Slowpoke Rodriguez is a beloved character in the Looney Tunes universe, known for his laid-back attitude and humorous antics. While he may not be as well-known as some of the other characters like Bugs Bunny or Daffy Duck, he has left a lasting impression on fans of classic animation with his unique personality and memorable adventures in the cartoons.

Slowpoke Rodriguez is often depicted carrying a large gun, typically a pistol, in his appearances.


Despite his slow and relaxed demeanor, he is not afraid to use his firearm when necessary, often surprising his adversaries with his sharpshooting skills despite his sluggish nature.


In many cartoons featuring Slowpoke Rodriguez, his gun becomes a central element of the plot, as he uses it to outsmart and defend himself against various foes, including cats, dogs, and other adversaries. His proficiency with a firearm adds an additional layer of humor and irony to his character, as it contrasts with his lazy and slow-paced personality.

It's worth noting that the depiction of firearms in animated cartoons, particularly in older cartoons like those featuring Slowpoke Rodriguez, reflects the cultural norms and attitudes of the time they were created. While the portrayal of firearms in cartoons has evolved over the years, Slowpoke Rodriguez's gun remains an iconic aspect of his character, contributing to his distinct and memorable identity in the Looney Tunes universe.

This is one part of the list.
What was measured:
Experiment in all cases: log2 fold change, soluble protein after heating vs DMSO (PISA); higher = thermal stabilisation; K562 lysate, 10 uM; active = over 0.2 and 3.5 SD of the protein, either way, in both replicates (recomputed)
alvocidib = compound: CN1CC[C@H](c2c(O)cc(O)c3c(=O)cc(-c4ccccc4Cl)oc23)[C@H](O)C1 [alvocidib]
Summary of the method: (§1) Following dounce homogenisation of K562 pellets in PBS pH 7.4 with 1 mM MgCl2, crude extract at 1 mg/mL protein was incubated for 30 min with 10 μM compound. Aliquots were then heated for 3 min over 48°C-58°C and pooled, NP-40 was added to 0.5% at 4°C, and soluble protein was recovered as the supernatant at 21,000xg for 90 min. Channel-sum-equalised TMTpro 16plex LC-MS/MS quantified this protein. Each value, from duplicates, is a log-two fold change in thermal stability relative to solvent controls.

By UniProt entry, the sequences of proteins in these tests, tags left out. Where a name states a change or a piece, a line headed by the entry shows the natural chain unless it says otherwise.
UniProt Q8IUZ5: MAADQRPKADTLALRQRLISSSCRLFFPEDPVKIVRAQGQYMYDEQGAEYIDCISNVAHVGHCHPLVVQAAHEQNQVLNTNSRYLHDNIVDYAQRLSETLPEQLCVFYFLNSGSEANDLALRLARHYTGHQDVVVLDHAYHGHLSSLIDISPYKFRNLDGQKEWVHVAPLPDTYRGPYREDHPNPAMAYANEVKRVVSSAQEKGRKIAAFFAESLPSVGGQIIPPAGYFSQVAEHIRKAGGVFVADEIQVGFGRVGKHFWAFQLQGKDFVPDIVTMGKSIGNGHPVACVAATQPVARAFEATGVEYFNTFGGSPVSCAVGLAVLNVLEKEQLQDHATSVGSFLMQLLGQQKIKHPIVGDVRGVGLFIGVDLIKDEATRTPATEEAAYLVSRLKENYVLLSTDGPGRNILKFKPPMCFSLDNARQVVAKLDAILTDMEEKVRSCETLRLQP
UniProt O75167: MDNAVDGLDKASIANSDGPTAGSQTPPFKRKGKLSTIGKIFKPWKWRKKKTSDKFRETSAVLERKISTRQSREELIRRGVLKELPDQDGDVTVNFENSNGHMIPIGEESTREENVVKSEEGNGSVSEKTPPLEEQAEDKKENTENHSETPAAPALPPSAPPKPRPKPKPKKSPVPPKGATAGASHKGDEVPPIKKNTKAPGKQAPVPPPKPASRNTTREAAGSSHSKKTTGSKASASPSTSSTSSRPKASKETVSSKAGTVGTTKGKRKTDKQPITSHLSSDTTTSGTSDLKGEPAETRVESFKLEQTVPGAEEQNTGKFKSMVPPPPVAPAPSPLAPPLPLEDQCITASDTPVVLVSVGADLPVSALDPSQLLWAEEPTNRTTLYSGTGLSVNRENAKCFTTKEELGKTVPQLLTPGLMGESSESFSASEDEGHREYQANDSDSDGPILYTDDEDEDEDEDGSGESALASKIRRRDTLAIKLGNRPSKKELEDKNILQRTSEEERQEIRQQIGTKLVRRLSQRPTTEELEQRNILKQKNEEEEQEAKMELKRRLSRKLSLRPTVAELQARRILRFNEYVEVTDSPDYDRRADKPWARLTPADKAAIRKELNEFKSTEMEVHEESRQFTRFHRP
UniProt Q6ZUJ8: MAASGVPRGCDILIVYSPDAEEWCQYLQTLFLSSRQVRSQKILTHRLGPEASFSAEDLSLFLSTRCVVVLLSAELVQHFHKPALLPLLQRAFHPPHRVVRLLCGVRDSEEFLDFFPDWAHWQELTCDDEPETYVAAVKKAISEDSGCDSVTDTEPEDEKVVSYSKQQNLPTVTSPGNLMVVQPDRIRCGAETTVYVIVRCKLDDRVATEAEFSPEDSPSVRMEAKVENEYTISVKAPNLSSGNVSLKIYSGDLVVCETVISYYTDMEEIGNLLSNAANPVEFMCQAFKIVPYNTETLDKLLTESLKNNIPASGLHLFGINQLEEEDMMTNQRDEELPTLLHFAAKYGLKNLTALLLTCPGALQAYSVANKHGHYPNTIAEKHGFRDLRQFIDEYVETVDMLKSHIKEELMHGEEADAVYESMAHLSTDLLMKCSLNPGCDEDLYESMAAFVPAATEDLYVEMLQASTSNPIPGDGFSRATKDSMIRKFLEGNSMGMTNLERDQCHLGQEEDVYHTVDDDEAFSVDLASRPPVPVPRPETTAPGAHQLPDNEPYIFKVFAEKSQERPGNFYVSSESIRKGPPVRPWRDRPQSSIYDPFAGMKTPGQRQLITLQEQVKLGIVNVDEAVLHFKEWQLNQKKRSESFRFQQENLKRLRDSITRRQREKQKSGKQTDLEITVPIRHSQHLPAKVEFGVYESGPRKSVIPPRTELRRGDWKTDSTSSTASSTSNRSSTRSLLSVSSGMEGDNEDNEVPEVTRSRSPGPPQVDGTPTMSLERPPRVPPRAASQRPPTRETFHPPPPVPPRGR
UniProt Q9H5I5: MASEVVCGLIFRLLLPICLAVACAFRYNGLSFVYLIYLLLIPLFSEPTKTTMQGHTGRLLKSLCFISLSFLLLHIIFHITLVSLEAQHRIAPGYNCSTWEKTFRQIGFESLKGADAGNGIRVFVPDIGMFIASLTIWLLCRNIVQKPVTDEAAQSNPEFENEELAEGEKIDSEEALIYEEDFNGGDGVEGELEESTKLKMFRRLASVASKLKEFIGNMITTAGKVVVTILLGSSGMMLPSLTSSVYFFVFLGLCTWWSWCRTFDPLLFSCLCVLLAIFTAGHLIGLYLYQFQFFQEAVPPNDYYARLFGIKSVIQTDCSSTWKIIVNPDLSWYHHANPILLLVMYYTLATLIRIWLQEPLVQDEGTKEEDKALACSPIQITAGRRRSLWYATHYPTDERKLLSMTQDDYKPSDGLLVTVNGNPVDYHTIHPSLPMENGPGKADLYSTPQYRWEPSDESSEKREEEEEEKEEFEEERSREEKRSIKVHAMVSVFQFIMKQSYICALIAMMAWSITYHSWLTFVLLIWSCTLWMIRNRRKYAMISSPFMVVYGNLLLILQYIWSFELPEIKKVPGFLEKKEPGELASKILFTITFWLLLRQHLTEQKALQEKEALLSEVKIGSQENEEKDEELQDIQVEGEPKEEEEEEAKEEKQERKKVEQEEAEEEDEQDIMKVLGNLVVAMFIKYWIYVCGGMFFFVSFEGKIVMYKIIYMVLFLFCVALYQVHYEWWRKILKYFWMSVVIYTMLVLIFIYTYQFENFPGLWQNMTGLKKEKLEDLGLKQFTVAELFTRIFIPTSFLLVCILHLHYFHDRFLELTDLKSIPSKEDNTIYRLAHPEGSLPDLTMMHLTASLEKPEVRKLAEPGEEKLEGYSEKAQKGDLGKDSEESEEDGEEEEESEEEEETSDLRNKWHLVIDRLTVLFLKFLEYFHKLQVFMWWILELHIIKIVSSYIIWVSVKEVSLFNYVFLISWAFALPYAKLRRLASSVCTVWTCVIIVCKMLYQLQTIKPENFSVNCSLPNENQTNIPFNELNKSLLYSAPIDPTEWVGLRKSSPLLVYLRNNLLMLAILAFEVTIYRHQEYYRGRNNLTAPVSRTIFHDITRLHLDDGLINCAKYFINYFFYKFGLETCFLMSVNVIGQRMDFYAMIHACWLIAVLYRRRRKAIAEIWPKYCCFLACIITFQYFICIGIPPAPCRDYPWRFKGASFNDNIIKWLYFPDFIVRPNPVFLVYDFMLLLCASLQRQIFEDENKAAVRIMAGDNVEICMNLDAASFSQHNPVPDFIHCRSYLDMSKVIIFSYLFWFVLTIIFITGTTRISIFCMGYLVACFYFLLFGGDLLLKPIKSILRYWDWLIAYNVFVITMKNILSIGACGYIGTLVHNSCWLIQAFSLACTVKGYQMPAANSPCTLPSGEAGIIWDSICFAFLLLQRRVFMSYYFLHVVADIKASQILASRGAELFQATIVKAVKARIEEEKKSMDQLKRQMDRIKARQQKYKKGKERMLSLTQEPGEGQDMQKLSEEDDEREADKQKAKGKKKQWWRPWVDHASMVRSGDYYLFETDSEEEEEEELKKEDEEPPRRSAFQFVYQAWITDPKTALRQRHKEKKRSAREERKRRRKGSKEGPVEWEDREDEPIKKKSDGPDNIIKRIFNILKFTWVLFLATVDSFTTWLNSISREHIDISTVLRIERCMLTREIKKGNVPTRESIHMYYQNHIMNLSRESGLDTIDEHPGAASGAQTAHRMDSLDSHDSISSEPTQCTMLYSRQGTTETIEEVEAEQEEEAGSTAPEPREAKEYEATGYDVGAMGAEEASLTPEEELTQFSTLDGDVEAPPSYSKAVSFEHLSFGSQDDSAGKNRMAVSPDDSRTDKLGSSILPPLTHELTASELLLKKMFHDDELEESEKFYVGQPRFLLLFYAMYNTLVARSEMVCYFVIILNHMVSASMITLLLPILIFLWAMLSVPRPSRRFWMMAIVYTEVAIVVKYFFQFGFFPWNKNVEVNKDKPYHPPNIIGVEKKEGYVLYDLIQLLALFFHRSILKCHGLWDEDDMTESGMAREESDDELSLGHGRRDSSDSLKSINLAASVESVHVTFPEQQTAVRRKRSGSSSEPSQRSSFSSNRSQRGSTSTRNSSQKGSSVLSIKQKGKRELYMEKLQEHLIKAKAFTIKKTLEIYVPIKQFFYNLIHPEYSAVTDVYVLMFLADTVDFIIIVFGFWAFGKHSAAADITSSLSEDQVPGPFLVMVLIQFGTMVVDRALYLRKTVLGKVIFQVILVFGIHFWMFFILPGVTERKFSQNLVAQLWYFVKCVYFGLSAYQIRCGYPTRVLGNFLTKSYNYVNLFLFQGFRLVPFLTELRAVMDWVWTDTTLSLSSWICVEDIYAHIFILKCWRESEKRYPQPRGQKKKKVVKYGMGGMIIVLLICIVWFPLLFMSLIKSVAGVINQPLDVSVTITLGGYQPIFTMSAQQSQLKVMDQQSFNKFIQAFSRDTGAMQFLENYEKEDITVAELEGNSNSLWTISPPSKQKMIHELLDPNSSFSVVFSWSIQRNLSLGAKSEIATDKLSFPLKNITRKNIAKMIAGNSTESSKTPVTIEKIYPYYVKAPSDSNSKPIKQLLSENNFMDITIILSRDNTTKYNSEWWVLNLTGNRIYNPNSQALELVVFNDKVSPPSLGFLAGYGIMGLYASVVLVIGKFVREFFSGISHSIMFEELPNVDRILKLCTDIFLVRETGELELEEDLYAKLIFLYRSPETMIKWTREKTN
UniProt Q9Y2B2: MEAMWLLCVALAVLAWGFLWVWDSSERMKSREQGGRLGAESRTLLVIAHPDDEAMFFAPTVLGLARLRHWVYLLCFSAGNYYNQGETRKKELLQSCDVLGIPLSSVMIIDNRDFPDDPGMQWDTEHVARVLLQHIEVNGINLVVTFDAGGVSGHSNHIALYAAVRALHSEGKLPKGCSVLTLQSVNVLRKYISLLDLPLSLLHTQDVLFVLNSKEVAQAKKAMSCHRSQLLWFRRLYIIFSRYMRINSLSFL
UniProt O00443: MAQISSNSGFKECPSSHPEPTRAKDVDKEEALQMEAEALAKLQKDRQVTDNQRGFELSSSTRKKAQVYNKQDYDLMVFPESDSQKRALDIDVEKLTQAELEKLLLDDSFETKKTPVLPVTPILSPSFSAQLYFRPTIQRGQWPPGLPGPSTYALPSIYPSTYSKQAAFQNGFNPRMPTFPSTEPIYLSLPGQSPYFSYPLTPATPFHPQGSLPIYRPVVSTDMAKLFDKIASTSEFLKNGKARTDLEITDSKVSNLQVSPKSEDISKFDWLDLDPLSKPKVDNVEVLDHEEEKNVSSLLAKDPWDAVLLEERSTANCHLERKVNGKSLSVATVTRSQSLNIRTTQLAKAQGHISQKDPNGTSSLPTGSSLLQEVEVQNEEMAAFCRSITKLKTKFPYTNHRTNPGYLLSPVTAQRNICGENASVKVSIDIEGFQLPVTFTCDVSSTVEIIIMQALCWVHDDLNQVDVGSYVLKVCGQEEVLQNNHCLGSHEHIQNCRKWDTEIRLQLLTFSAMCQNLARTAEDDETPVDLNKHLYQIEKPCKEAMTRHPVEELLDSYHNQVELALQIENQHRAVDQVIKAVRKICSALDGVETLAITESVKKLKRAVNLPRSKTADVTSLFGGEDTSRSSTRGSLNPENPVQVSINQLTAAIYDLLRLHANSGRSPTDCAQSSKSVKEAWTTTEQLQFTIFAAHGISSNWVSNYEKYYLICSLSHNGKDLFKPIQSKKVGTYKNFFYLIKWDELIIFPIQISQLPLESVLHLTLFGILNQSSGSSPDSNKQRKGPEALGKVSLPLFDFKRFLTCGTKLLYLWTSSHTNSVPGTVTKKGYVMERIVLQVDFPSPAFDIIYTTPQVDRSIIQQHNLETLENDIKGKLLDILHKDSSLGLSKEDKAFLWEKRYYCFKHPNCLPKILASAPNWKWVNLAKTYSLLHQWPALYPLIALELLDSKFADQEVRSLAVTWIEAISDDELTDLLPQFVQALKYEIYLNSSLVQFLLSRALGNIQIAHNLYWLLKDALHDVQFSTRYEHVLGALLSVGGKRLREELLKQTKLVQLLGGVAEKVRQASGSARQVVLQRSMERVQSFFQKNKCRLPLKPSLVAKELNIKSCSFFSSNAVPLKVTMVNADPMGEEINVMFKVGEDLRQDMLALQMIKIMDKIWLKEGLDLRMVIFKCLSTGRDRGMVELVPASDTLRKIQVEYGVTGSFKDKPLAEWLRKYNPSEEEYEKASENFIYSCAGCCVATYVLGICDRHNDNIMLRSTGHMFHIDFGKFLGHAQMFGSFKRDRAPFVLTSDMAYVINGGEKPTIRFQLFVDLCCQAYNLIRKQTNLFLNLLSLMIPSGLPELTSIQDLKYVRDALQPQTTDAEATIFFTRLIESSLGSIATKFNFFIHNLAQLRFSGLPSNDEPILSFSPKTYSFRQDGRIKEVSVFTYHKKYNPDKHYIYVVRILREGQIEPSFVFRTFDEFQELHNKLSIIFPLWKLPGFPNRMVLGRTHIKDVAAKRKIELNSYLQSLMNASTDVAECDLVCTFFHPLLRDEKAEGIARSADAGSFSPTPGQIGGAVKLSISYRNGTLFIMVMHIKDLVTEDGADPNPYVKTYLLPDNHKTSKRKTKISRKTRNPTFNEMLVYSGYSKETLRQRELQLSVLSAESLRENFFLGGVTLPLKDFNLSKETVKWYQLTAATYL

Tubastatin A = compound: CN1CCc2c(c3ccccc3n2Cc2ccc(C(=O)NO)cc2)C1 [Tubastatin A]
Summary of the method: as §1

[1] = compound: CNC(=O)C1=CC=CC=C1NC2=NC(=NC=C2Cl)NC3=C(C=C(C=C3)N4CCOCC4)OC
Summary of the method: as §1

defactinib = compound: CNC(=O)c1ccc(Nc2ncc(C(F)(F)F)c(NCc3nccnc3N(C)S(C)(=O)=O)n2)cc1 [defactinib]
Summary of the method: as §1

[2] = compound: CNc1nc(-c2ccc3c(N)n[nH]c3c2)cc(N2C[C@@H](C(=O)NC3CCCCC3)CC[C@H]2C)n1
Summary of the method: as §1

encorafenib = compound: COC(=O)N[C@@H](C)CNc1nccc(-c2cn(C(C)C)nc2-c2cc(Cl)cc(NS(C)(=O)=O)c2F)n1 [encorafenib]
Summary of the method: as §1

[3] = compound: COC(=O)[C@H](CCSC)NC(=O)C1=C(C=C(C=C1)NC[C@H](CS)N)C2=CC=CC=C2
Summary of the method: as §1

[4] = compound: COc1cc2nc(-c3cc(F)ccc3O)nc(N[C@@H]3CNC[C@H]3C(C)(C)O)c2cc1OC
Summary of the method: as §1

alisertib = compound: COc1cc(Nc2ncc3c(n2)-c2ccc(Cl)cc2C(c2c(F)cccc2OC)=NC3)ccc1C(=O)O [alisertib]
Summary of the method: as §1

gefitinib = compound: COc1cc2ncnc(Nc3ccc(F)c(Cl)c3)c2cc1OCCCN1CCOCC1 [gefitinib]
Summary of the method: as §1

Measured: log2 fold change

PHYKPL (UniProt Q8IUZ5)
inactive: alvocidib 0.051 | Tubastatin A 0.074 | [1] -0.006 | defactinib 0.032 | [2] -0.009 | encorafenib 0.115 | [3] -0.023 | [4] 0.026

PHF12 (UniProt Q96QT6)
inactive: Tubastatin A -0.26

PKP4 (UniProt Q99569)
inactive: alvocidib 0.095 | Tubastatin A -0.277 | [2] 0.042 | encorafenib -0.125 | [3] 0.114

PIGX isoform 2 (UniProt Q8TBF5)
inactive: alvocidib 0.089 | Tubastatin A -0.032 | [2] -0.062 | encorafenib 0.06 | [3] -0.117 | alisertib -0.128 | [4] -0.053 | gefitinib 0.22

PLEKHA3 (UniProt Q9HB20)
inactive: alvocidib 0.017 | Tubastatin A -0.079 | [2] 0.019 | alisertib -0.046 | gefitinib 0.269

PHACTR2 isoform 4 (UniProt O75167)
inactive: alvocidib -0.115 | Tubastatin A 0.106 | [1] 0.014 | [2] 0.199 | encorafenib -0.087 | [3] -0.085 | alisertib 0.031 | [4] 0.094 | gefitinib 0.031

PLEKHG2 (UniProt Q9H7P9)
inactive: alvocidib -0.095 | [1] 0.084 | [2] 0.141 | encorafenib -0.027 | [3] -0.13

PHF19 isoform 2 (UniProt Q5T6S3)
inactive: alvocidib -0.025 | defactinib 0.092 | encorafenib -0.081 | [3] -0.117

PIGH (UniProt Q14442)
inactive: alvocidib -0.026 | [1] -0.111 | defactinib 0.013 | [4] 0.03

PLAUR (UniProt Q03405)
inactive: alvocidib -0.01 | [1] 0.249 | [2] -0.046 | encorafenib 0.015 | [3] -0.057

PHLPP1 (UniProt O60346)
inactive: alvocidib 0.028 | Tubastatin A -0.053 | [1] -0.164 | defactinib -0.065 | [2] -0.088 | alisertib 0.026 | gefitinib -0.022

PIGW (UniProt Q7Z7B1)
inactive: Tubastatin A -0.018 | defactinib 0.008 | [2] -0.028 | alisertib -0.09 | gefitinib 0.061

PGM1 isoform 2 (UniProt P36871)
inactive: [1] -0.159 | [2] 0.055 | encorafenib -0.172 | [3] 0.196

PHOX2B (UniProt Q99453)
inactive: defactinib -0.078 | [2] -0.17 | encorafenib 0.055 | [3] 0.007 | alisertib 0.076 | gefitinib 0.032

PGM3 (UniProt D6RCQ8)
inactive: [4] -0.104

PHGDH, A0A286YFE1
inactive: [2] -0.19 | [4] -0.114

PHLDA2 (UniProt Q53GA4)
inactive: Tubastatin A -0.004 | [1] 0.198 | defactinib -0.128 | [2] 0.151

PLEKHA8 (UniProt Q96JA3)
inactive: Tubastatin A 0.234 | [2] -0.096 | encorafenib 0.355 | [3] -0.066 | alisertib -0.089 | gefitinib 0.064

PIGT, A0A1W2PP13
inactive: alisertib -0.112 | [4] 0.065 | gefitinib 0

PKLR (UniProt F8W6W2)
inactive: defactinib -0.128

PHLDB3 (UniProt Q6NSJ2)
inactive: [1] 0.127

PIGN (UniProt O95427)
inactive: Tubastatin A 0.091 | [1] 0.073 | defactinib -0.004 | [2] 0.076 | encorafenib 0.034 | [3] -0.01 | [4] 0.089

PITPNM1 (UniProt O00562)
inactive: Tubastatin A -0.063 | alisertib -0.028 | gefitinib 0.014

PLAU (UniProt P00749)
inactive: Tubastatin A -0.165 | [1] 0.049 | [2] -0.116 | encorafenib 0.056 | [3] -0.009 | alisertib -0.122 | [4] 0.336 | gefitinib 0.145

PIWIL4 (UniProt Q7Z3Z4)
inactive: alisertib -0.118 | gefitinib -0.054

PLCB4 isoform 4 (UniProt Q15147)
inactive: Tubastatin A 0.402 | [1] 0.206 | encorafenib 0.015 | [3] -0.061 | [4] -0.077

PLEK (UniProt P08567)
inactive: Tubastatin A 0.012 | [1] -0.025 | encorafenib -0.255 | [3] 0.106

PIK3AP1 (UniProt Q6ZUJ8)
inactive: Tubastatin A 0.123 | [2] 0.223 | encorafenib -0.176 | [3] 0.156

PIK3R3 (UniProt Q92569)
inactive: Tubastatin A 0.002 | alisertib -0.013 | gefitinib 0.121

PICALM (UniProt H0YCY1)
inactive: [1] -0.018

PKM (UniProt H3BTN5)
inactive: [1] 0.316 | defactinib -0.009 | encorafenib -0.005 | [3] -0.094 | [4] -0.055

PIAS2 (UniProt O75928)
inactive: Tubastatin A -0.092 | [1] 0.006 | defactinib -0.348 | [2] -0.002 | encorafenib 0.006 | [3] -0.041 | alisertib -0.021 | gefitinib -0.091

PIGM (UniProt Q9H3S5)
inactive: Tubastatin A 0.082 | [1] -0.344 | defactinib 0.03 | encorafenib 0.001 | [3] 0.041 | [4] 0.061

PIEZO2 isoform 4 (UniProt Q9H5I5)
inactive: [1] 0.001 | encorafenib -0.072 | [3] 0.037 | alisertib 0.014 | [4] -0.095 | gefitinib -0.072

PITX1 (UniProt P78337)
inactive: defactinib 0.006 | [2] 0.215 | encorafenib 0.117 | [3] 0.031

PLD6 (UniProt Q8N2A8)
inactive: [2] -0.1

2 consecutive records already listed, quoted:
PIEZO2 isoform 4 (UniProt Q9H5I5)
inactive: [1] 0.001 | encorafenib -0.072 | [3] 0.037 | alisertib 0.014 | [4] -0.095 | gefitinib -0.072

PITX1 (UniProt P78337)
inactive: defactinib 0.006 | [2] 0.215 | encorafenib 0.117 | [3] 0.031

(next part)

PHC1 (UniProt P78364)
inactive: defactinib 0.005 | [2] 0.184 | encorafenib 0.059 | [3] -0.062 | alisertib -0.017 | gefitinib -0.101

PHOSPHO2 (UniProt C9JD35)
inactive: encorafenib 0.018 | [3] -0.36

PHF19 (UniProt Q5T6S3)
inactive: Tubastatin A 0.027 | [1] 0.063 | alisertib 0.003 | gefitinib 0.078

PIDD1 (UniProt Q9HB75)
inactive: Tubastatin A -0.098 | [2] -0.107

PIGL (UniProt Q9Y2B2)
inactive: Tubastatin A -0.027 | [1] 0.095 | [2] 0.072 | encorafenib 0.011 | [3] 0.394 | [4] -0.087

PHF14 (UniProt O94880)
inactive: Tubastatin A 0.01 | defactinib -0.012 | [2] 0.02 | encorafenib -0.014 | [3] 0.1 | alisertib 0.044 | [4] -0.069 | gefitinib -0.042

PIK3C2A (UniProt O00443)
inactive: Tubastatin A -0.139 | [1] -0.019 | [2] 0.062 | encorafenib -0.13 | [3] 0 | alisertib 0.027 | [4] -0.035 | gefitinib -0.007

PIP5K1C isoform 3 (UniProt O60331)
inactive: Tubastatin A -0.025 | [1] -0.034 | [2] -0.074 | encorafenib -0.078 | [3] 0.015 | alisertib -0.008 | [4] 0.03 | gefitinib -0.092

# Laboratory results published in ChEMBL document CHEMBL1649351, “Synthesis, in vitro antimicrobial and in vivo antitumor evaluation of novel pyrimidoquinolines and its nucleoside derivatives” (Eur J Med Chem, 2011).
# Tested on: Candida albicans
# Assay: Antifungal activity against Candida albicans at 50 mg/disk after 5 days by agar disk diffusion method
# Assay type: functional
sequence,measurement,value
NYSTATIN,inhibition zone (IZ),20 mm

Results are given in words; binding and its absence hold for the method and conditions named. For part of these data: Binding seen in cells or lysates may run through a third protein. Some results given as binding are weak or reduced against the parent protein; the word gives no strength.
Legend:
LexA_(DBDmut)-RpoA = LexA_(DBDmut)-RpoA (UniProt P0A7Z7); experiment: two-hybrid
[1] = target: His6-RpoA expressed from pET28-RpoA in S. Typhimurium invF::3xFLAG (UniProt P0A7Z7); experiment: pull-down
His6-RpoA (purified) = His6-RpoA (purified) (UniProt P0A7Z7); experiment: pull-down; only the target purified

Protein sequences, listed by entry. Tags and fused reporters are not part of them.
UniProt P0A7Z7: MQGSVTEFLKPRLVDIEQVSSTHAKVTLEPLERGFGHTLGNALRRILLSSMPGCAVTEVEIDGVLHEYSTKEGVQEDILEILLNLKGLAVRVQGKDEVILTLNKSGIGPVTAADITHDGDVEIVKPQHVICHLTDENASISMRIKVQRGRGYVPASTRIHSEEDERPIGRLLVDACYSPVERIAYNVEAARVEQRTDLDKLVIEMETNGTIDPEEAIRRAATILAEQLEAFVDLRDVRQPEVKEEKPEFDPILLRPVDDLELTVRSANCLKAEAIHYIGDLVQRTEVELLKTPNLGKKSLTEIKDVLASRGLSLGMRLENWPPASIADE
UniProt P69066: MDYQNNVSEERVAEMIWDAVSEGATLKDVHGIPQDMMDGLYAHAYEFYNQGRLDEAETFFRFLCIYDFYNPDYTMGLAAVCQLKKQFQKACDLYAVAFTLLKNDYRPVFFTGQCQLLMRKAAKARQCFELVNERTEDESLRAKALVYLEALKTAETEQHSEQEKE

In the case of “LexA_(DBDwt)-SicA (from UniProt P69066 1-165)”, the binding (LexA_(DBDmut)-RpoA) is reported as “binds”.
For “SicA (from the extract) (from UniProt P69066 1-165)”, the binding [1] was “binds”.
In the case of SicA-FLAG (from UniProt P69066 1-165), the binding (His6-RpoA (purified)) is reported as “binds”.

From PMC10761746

BJ


Sunday, March 24, 2024

Remember "Mr. T."? ....Of Course ! "And How About Those Vintage Cartoons Of 1980's"

 


The "Mr. T" cartoon animated series was inspired by the popularity of Mr. T himself. By the early 1980s, Mr. T had become a cultural icon, thanks to his roles in "Rocky III" and "The A-Team." He was known for his tough-guy persona, distinctive appearance (including his trademark mohawk hairstyle and gold jewelry), and his catchphrase, "I pity the fool!"

Plot: The animated series followed the adventures of Mr. T and a group of gymnasts known as the "Gymkata Five." Mr. T acted as a coach and mentor to the young gymnasts, teaching them important life lessons while they tackled various challenges and adversaries. The show often featured action-packed scenarios, with Mr. T using his strength and wits to help the Gymkata Five overcome obstacles.




Target Audience: The target audience for the "Mr. T" animated series was primarily children and pre-teens. Like many animated shows of the time, it was designed to entertain younger viewers while also incorporating positive messages and moral lessons.



Characterization: In the animated series, Mr. T was portrayed as a larger-than-life figure with a heart of gold. While he maintained his tough exterior and no-nonsense attitude, he also displayed compassion and a willingness to help those in need. The Gymkata Five consisted of diverse characters, each with their own strengths and personalities, adding variety to the show's dynamics.

Beginning: The series debuted in 1983 and was part of the Saturday morning cartoon lineup. It capitalized on Mr. T's popularity at the time, especially among younger audiences who admired his tough-guy persona and distinctive appearance.

Animators: The animation for the series was handled by Ruby-Spears Productions, a renowned animation studio responsible for several popular animated shows during the 1980s.

End: The animated series "Mr. T" ran for three seasons, with a total of 30 episodes produced. It concluded its run in 1986, after which it went into syndication for a while before eventually fading into nostalgia.

While "Mr. T" wasn't as long-lasting or iconic as some other animated series from the same era, it remains a notable part of 1980s pop culture and holds a place in the memories of those who grew up watching Saturday morning cartoons during that time.

BJ